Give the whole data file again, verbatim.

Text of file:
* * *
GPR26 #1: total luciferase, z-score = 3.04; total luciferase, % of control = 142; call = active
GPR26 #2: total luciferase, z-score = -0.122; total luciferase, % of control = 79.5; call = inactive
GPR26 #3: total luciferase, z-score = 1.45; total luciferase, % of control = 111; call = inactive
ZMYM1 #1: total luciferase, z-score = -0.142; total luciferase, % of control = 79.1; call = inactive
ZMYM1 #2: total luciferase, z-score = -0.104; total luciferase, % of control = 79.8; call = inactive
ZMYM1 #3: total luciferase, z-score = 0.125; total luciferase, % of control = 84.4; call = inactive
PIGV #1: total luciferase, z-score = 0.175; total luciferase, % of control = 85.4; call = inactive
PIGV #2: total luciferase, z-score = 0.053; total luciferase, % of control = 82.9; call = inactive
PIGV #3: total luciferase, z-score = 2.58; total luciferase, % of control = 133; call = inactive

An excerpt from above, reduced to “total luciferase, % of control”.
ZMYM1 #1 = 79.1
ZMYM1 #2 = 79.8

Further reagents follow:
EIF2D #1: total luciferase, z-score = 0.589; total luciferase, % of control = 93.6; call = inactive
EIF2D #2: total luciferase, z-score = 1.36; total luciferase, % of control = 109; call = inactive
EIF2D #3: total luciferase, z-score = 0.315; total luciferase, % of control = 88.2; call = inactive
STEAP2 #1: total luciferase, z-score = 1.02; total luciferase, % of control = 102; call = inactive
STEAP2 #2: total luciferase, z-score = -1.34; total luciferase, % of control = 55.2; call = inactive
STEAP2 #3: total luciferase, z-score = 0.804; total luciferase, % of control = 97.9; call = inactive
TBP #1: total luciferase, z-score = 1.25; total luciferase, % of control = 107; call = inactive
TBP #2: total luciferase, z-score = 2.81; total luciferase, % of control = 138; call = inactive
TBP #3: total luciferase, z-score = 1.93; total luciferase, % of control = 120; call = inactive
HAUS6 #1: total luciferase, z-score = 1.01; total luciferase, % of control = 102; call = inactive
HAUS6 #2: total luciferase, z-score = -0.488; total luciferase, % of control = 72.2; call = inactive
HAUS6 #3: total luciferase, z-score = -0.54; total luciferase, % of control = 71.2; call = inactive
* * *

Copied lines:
GPR26 #1: total luciferase, z-score = 3.04; total luciferase, % of control = 142; call = active
GPR26 #2: total luciferase, z-score = -0.122; total luciferase, % of control = 79.5; call = inactive
GPR26 #3: total luciferase, z-score = 1.45; total luciferase, % of control = 111; call = inactive
ZMYM1 #1: total luciferase, z-score = -0.142; total luciferase, % of control = 79.1; call = inactive
ZMYM1 #2: total luciferase, z-score = -0.104; total luciferase, % of control = 79.8; call = inactive
ZMYM1 #3: total luciferase, z-score = 0.125; total luciferase, % of control = 84.4; call = inactive
PIGV #1: total luciferase, z-score = 0.175; total luciferase, % of control = 85.4; call = inactive
PIGV #2: total luciferase, z-score = 0.053; total luciferase, % of control = 82.9; call = inactive
PIGV #3: total luciferase, z-score = 2.58; total luciferase, % of control = 133; call = inactive

An excerpt from above, reduced to “total luciferase, % of control”.
ZMYM1 #1 = 79.1
ZMYM1 #2 = 79.8

Further reagents follow:
EIF2D #1: total luciferase, z-score = 0.589; total luciferase, % of control = 93.6; call = inactive
EIF2D #2: total luciferase, z-score = 1.36; total luciferase, % of control = 109; call = inactive
EIF2D #3: total luciferase, z-score = 0.315; total luciferase, % of control = 88.2; call = inactive
STEAP2 #1: total luciferase, z-score = 1.02; total luciferase, % of control = 102; call = inactive
STEAP2 #2: total luciferase, z-score = -1.34; total luciferase, % of control = 55.2; call = inactive
STEAP2 #3: total luciferase, z-score = 0.804; total luciferase, % of control = 97.9; call = inactive
TBP #1: total luciferase, z-score = 1.25; total luciferase, % of control = 107; call = inactive
TBP #2: total luciferase, z-score = 2.81; total luciferase, % of control = 138; call = inactive
TBP #3: total luciferase, z-score = 1.93; total luciferase, % of control = 120; call = inactive
HAUS6 #1: total luciferase, z-score = 1.01; total luciferase, % of control = 102; call = inactive
HAUS6 #2: total luciferase, z-score = -0.488; total luciferase, % of control = 72.2; call = inactive
HAUS6 #3: total luciferase, z-score = -0.54; total luciferase, % of control = 71.2; call = inactive